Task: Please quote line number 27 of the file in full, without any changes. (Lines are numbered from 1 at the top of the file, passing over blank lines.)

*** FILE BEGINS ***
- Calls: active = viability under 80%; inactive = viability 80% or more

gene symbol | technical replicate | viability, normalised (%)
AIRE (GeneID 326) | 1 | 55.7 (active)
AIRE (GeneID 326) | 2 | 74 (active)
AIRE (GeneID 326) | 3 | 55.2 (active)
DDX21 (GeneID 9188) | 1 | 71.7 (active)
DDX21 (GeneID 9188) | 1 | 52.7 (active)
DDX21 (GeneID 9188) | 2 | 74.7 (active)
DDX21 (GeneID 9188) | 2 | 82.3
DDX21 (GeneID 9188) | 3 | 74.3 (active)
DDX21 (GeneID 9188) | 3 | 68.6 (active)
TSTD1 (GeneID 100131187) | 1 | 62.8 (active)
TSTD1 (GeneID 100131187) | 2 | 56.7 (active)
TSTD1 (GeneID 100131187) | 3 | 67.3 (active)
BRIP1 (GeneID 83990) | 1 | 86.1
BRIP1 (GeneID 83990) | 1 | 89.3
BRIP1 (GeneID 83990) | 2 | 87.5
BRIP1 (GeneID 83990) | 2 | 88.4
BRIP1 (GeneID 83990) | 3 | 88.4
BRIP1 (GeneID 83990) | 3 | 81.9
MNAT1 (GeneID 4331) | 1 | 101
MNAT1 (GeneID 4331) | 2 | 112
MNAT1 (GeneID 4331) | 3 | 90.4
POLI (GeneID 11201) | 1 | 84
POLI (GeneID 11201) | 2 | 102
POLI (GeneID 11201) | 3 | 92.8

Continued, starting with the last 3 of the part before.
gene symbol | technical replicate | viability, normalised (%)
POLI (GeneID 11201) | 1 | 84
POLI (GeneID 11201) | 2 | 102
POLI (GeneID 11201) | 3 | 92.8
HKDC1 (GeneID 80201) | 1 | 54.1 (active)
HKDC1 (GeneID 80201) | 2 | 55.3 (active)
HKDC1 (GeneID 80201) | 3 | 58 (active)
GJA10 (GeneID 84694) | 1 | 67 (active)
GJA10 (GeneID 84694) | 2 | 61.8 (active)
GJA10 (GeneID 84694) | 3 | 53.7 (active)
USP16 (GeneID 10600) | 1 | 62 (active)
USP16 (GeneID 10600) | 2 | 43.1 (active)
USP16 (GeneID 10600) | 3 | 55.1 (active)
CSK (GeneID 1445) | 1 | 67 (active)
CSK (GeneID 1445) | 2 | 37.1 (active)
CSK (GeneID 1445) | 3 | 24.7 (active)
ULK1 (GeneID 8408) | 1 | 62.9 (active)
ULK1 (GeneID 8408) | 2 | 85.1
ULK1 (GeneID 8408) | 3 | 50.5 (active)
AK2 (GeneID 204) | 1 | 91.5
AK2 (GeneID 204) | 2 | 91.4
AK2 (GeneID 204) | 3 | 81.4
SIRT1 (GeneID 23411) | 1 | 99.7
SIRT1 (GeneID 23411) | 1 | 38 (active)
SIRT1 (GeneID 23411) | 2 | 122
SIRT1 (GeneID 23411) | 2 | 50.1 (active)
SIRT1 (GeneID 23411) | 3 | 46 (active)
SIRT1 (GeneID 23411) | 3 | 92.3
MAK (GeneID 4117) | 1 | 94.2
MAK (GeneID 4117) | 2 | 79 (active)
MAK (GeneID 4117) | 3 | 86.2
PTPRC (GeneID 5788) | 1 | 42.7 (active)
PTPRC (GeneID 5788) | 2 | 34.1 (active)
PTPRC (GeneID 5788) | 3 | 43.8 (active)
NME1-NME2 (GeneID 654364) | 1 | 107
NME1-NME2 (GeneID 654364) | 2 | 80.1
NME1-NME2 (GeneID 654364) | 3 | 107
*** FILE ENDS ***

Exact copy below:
Continued, starting with the last 3 of the part before.